by Matt Hill
Have you ever wondered how the VA came up with the combined rating that it gave you? Have you ever noticed that 1 + 1 does not equal 2 with the VA? One of the most common complaints we get from veterans is ‘How in the word did the VA get the combined rating that they did with all the ratings I have?’
When it comes to service connected compensation claims, the VA takes the view that it should not add whole numbers together to get your rating but, instead, the VA takes percentages of percentages. It is as if the VA says if you are 10% disabled then you are 90% healthy. Therefore, the next rating is not added but is used to take a percentage of the ‘healthy’ 90%. So for a veteran with two 10 ratings the first ten percent rating would be 10% of 100, which is 10%. The second ten percent rating would be 10% of the 90% (again the ‘healthy’ percent of the veteran), which is 9%. So the combined rating would be 19%. The percentages are all rounded up or down to the nearest ten percent. Here, the rating would be rounded to 20%.
The combined rating system starts to work against a veteran when he gets closer to 100%. It gets harder and harder to get that higher rating, especially once a veteran is over 50%. For instance, if a veteran has two ratings of 50% and two of 20% the combined rating is 80%. So even though 50+50+20+20 equals 140 in real math; it is only 80 in VA math.
The difference that it leads to in compensation is huge. According to the VA compensation rating table, a veteran, with no dependents, rated at 80% would receive $1,551.48 per month. A single veteran rated at 100%, on the other hand, would receive $2,903.83 per month. This veteran receiving a rating of 100%, which is only 20% greater than the 80% rating, gets almost 100% more money a month!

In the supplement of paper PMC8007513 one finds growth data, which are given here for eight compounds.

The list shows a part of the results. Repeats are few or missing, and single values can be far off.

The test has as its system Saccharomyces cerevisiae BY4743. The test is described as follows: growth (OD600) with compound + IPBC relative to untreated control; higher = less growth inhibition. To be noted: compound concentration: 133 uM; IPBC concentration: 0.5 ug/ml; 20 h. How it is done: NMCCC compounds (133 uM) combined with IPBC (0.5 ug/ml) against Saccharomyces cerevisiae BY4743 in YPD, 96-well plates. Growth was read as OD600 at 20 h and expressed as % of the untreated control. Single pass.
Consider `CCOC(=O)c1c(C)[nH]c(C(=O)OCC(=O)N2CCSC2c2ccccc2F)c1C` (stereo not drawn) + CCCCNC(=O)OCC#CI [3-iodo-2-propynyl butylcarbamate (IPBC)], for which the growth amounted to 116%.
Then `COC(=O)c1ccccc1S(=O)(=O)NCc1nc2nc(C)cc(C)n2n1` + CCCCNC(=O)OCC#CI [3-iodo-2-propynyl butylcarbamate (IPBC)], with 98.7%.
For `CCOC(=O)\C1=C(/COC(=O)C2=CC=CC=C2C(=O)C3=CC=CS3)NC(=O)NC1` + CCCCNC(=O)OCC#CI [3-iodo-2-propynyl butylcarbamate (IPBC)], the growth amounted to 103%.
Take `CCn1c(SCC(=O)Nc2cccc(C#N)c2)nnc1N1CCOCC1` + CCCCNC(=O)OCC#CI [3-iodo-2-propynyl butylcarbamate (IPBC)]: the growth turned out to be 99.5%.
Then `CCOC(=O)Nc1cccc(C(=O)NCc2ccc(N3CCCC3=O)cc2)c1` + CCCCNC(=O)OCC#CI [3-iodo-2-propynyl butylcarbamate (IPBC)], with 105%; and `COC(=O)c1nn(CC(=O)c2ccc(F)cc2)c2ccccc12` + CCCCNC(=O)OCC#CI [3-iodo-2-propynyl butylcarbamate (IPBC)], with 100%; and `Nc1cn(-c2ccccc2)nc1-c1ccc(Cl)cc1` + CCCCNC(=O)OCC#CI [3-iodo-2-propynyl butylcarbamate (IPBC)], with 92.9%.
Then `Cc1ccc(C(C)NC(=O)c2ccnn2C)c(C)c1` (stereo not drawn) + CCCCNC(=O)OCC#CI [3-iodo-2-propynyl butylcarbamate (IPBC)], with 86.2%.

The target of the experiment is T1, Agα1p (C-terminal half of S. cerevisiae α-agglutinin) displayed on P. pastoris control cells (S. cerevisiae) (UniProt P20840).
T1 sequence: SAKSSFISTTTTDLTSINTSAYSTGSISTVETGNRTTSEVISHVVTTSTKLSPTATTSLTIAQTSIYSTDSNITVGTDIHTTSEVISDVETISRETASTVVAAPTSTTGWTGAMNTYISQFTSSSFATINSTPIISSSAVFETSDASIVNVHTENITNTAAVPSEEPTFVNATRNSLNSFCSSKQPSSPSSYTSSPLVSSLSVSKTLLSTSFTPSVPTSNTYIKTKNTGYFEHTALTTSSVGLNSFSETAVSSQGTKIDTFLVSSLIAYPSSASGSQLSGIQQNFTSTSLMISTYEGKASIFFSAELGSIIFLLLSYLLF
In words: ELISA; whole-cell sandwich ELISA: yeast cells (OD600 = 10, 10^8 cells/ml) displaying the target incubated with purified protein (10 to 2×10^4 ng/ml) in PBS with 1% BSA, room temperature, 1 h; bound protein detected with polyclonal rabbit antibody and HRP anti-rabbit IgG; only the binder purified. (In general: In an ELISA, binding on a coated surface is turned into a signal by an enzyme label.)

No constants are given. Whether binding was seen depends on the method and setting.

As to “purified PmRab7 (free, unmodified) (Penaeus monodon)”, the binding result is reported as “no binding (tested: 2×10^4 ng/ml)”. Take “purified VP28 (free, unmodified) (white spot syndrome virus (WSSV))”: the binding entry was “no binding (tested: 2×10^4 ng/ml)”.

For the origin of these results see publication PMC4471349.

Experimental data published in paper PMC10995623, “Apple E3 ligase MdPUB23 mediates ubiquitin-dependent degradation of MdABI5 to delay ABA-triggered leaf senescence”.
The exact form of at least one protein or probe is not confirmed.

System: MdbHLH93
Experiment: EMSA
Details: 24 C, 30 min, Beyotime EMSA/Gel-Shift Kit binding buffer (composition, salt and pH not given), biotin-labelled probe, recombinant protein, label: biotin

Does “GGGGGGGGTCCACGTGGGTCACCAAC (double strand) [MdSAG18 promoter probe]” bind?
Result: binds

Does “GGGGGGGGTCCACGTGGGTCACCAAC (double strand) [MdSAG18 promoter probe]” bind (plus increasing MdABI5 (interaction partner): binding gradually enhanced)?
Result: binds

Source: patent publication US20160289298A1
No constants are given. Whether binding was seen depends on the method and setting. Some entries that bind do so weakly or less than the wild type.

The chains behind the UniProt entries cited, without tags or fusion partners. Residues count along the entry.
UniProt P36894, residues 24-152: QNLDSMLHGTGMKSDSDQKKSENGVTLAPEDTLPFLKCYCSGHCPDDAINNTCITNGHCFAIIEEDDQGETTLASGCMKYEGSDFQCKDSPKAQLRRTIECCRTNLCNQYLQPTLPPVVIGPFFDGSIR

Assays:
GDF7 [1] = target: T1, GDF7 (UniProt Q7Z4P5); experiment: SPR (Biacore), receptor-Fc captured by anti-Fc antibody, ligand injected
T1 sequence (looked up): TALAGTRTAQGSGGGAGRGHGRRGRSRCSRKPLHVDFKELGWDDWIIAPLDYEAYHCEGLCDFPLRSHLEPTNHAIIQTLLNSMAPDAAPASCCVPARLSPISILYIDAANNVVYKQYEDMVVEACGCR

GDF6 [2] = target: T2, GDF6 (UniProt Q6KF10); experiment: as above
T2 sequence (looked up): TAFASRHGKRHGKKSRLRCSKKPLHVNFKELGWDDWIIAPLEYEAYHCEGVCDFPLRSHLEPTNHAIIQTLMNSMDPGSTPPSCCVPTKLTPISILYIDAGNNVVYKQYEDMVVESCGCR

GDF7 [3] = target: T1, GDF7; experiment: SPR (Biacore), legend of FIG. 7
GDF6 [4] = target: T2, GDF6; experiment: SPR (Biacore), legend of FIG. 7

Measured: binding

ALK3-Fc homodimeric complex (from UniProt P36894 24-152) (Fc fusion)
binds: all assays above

There are other factors that make the ratings change too. For example, if a veteran has a rating on each leg or each arm then those ratings are combined together and give the overall combined rating an extra boost. Also, if a veteran has too many ratings on one arm or leg then VA stops counting those ratings. Further, a veteran can step up to 100% through total disability due to individual unemployability. That veteran must show that he cannot work and that he meets a certain rating.
At Hill & Ponton, we have reviewed our veterans’ ratings by hand over the last 8 years.
We finally developed a disability rating calculator to combine all the veteran’s ratings and give the final combined rating. After the calculator determines the rating, then you can put in the number of dependents and it gives you the monthly compensation rate that VA should be paying you.
This calculator has helped us a lot when we can double check the ratings of our veterans.
As a result, we decided to put it on our website so that others can benefit from it too.
The calculator cannot make the VA get the right rating but it can help you understand where you stand.
A foundation of where you are in your claim will better help you get to where you want to go.
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Posted by Matt Hill on June 17, 2016, With 0 Reads, Filed under Benefits, Veterans Affairs (VA). You can follow any responses to this entry through the RSS 2.0. You can skip to the end and leave a response. Pinging is currently not allowed.